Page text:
Trustees Approve Local Ban on Synthetic Drugs

Following a Jan. 1 statewide ban on the use of synthetic drugs, the village of Evergreen Park has added more restrictions and adopted a local ordinance making it illegal to possess or sell the faux drugs.

In a move to protect residents from a growing trend that has been outlawed by the state of Illinois since Jan. 1,

If anyone in Evergreen Park is caught selling, possessing, delivering and/or using synthetic drugs, they will be fined $150 to $750, although it is not yet clear what would cause the minimum or maximum fine, according to Chief Michael Saunders.

According to Ordinance 1-2012, the village of Evergreen Park “deems it necessary and desirable to prohibit the sale, delivery, possession and use of products containing synthetic cannabinoids, synthetic stimulants, and synthetic hallucinogens in order to protect the public health, safety and welfare.”

Saunders said to his knowledge, there hadn’t been any synthetic drug arrests in Evergreen Park.

“Most towns have been doing this,” said Mayor James Sexton, and by enacting the local ordinance, the village is choosing a proactive approach.

The ordinance was done “to remedy any problem before one arises and to protect the kids in our community. That’s the purview of our authority,” said Saunders.

Before the statewide ban went into effect, forms of the drug had been sold legally at convenience stores, gas stations and local smoke shops under the names K2, Pulse, Black Mamba, Ivory Wave or Spice, among others. They had also been sold as incense, bath salts or potpourri in packages that often state "Not For Human Consumption."

Recent reports say the fake drugs can mimic the effects of marijuana, however they are believed to be much more dangerous.

According to the Illinois Attorney General website, “One reason that synthetic drugs are extremely dangerous is that buyers don’t know what chemicals they are ingesting. Individual products can contain a vast range of different chemical formulations and potencies, some of which can be two to 500 times stronger than THC.”  The drug, which is made up of a mix of chemicals and herbs, is sprayed with synthetic cannabinoids.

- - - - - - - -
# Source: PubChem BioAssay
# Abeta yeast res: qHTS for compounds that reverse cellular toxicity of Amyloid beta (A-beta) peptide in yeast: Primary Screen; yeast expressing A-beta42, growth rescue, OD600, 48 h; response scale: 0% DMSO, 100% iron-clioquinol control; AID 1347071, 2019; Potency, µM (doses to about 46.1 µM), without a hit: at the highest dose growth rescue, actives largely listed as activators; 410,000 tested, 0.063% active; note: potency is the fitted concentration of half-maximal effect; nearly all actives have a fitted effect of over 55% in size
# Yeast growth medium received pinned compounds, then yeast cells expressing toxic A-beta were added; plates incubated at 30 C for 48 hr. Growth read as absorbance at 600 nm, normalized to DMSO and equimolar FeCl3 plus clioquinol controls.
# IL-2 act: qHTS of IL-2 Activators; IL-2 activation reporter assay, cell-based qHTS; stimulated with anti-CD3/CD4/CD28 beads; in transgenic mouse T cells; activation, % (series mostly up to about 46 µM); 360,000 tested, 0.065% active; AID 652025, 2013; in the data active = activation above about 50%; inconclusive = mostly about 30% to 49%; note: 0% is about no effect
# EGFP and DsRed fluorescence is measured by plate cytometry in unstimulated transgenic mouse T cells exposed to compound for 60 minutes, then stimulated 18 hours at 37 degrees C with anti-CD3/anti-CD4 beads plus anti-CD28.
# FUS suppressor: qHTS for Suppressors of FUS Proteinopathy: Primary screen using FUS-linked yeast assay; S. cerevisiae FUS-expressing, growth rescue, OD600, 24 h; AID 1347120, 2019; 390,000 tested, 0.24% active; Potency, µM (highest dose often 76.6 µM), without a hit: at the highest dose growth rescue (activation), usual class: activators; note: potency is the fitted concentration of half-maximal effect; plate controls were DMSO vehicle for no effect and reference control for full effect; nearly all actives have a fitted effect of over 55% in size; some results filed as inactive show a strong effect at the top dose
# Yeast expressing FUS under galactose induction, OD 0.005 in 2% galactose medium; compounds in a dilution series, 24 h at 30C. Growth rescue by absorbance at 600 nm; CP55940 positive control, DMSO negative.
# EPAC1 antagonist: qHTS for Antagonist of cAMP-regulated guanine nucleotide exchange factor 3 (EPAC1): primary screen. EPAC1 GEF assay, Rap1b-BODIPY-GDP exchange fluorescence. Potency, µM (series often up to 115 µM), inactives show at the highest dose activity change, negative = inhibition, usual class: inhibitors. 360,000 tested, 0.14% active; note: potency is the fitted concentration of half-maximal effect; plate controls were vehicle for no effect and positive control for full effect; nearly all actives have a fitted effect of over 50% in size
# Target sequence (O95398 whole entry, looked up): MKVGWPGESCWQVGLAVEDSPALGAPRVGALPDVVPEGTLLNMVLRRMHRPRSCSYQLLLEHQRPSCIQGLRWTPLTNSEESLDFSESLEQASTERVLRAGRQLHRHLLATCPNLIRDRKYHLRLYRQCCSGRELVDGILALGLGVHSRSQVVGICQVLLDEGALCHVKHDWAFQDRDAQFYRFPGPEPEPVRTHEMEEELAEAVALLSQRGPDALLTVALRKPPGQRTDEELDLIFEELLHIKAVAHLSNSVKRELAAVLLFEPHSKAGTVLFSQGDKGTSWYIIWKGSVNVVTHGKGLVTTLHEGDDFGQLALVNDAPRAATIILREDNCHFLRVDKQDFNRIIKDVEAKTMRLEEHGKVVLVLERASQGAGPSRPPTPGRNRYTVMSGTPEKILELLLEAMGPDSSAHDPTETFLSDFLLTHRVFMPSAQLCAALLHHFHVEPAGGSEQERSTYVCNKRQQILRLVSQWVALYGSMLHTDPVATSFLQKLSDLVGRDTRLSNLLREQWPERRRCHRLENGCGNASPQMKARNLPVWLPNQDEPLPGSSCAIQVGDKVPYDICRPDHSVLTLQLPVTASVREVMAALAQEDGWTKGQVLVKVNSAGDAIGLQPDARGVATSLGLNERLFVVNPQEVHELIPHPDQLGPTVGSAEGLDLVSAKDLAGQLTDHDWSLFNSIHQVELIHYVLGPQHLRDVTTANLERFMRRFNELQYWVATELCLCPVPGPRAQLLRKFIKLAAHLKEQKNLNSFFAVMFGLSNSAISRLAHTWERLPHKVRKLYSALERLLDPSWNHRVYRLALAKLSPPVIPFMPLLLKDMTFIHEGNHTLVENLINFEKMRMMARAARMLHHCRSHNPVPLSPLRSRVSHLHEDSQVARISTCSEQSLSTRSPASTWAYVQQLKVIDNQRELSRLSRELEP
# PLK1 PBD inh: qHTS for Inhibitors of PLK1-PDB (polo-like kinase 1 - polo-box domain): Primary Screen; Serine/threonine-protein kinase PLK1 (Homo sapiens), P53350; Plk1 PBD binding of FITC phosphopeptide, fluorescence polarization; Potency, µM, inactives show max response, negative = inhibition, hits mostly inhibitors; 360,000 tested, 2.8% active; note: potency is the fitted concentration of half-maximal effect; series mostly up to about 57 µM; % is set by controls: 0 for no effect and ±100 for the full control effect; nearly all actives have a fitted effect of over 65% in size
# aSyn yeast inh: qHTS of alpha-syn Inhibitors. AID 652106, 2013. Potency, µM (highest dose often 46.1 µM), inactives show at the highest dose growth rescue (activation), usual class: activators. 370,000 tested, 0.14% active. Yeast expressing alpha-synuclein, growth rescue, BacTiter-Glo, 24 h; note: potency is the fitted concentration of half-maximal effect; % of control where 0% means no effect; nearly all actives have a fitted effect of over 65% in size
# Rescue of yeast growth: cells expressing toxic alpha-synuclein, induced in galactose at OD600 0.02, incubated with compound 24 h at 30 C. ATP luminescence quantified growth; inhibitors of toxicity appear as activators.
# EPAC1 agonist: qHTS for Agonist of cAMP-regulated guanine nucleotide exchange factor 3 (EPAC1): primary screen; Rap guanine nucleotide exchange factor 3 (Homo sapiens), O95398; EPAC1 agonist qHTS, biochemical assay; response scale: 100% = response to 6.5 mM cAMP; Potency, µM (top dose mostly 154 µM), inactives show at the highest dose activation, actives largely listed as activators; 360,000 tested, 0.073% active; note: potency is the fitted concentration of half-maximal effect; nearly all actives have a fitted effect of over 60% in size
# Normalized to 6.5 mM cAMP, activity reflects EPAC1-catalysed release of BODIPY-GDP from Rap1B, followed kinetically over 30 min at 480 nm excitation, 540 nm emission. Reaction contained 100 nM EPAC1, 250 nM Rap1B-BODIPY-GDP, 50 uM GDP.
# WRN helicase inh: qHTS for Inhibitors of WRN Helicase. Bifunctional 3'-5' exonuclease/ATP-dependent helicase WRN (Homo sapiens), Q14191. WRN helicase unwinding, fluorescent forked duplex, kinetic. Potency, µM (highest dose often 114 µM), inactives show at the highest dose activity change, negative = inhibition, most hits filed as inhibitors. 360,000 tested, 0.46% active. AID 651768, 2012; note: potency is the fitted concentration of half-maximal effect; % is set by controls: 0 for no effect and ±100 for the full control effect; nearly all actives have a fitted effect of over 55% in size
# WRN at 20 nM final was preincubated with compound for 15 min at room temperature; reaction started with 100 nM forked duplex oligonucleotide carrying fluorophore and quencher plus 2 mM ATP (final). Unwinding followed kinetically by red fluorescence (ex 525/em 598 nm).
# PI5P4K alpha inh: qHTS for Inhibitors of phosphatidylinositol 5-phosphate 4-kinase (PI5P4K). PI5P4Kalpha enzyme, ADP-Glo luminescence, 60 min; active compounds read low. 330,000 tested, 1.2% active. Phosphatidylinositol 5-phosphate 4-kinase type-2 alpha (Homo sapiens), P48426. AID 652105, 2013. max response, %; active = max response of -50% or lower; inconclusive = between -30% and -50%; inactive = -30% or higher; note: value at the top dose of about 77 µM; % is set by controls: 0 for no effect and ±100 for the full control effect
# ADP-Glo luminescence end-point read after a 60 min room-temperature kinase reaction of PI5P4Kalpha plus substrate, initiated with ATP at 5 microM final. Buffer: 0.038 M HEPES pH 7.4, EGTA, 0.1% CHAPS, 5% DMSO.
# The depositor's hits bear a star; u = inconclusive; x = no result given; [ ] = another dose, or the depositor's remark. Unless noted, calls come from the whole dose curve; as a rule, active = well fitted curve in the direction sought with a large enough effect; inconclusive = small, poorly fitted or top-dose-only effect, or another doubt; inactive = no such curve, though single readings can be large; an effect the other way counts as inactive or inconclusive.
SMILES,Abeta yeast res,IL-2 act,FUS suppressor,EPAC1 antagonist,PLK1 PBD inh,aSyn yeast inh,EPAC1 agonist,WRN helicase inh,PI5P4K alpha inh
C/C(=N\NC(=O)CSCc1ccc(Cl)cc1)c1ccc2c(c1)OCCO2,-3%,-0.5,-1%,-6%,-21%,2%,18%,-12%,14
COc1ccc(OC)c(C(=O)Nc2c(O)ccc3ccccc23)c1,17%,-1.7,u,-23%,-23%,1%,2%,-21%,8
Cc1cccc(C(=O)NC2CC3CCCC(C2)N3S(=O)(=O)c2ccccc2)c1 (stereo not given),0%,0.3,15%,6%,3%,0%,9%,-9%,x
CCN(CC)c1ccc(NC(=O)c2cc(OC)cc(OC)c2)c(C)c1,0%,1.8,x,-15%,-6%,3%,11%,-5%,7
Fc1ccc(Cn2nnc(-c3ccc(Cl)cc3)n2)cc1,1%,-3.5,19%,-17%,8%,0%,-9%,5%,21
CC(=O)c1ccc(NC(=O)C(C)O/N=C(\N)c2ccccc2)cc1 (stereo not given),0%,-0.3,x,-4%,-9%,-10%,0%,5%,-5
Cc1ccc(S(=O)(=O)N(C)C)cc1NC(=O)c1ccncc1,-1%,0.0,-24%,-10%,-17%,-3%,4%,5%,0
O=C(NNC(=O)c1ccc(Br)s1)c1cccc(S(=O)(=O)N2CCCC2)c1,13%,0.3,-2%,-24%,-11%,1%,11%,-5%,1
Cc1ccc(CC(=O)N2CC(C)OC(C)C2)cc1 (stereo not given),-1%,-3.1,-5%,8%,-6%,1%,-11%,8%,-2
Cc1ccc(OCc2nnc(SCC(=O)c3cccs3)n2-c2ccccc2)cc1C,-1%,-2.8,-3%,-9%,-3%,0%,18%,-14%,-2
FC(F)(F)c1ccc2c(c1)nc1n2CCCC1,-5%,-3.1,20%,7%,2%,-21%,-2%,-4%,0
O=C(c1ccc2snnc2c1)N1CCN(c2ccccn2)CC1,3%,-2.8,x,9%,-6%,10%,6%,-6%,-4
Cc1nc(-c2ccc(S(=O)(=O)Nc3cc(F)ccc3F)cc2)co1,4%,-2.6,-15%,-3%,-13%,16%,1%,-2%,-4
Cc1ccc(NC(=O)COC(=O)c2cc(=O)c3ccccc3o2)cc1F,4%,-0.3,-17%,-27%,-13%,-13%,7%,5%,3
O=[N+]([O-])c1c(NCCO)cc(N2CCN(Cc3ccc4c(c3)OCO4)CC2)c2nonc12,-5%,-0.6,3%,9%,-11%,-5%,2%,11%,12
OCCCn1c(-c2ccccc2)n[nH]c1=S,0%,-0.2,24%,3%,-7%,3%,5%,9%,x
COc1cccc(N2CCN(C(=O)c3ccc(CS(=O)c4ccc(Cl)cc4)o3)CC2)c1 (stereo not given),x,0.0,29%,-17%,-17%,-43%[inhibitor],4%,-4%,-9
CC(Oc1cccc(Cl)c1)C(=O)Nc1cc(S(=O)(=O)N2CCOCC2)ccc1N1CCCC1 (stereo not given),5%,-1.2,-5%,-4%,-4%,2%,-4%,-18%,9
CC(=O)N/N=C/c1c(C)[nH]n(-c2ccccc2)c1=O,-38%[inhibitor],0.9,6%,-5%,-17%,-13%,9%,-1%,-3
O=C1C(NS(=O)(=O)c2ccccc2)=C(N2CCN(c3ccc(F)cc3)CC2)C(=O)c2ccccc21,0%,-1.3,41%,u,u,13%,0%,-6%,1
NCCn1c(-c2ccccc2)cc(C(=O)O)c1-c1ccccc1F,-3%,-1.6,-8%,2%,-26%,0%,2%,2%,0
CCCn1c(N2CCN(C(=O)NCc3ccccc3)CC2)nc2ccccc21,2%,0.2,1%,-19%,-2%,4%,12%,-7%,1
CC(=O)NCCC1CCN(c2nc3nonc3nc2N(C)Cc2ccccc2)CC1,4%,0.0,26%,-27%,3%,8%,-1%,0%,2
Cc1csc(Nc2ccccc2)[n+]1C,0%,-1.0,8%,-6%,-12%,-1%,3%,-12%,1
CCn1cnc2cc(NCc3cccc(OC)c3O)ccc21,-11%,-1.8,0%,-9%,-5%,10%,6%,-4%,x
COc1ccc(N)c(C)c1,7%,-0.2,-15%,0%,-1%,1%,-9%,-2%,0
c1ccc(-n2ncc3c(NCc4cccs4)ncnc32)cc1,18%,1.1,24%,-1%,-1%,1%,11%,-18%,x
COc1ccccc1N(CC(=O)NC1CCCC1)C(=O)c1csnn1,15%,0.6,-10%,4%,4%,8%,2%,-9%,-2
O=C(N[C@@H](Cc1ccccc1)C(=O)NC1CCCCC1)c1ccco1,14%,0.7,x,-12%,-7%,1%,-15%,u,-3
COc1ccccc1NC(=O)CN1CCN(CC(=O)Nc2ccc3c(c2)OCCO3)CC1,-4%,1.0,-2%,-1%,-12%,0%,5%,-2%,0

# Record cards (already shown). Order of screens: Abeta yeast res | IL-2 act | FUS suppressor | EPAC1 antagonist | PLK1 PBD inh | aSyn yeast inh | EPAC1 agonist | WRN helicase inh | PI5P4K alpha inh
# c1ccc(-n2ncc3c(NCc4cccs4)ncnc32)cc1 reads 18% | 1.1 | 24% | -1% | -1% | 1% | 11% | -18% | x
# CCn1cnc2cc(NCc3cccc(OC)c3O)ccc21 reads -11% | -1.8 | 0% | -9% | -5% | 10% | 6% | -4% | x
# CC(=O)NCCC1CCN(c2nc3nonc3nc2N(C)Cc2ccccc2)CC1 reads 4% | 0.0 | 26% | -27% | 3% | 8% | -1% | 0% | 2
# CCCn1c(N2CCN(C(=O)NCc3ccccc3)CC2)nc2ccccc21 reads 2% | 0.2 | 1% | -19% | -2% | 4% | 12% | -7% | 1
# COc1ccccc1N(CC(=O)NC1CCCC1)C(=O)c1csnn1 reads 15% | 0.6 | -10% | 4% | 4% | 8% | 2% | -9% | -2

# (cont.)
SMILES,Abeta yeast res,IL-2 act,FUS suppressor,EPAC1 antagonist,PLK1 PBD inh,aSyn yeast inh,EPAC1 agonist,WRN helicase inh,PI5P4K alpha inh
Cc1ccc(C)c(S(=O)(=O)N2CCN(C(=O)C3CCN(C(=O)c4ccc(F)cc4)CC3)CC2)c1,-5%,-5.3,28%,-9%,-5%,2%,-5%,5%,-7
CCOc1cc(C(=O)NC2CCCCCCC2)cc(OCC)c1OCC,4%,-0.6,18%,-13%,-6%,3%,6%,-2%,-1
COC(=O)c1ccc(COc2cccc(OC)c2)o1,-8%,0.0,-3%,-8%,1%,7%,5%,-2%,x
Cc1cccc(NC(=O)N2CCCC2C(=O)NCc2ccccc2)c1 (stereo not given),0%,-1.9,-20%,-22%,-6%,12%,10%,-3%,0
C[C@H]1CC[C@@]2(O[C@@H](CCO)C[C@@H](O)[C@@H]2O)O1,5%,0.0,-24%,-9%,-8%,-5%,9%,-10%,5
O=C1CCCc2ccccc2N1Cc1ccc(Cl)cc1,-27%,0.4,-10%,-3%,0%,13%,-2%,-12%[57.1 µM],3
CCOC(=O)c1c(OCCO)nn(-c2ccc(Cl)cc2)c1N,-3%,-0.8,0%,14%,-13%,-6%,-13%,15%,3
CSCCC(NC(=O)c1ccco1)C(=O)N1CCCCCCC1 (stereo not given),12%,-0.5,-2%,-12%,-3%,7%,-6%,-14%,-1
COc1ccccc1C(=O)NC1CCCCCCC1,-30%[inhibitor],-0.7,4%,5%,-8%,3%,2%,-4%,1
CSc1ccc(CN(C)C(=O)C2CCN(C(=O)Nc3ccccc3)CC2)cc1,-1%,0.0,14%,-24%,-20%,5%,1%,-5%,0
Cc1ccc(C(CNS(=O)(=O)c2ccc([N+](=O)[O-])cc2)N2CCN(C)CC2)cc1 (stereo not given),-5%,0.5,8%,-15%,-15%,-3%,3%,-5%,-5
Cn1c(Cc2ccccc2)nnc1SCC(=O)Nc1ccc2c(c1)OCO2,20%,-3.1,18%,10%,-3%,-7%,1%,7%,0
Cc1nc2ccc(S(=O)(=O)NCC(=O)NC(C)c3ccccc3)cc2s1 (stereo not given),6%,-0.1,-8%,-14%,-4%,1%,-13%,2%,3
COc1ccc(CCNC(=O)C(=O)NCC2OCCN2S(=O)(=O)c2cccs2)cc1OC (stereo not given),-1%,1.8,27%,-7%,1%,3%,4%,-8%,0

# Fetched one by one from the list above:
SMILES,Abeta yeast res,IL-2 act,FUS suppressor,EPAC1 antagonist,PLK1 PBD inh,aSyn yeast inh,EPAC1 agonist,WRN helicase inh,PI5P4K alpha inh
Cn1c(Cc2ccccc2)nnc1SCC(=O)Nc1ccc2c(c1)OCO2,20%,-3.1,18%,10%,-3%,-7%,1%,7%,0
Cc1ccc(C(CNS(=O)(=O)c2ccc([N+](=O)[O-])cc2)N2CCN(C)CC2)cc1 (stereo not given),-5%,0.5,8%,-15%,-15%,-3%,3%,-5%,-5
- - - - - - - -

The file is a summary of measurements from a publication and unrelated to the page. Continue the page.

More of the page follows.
The Drug Enforcement Administration has determined that “the consumption of synthetic cannabinoids have adverse health effects such as agitation, anxiety, nausea, vomiting, tachycardia, elevated blood pressure, tremors, seizures, hallucinations, paranoid behavior and non-responsiveness.” The drug has also “been linked to severe psychotic episodes, increased heart rates and panic attacks,” according to the ordinance.

The Illinois Attorney General said that in 2011, there were more than 5,700 calls from around the country to poison control centers about the abuse of synthetic marijuana, according to the American Association of Poison Control Centers.

Currently in Illinois, the new law banning synthetic marijuana says that selling the drug carries a maximum sentence of five years in prison and a $150,000 fine, and possession could lead to three years in prison and up to a $25,000 fine.


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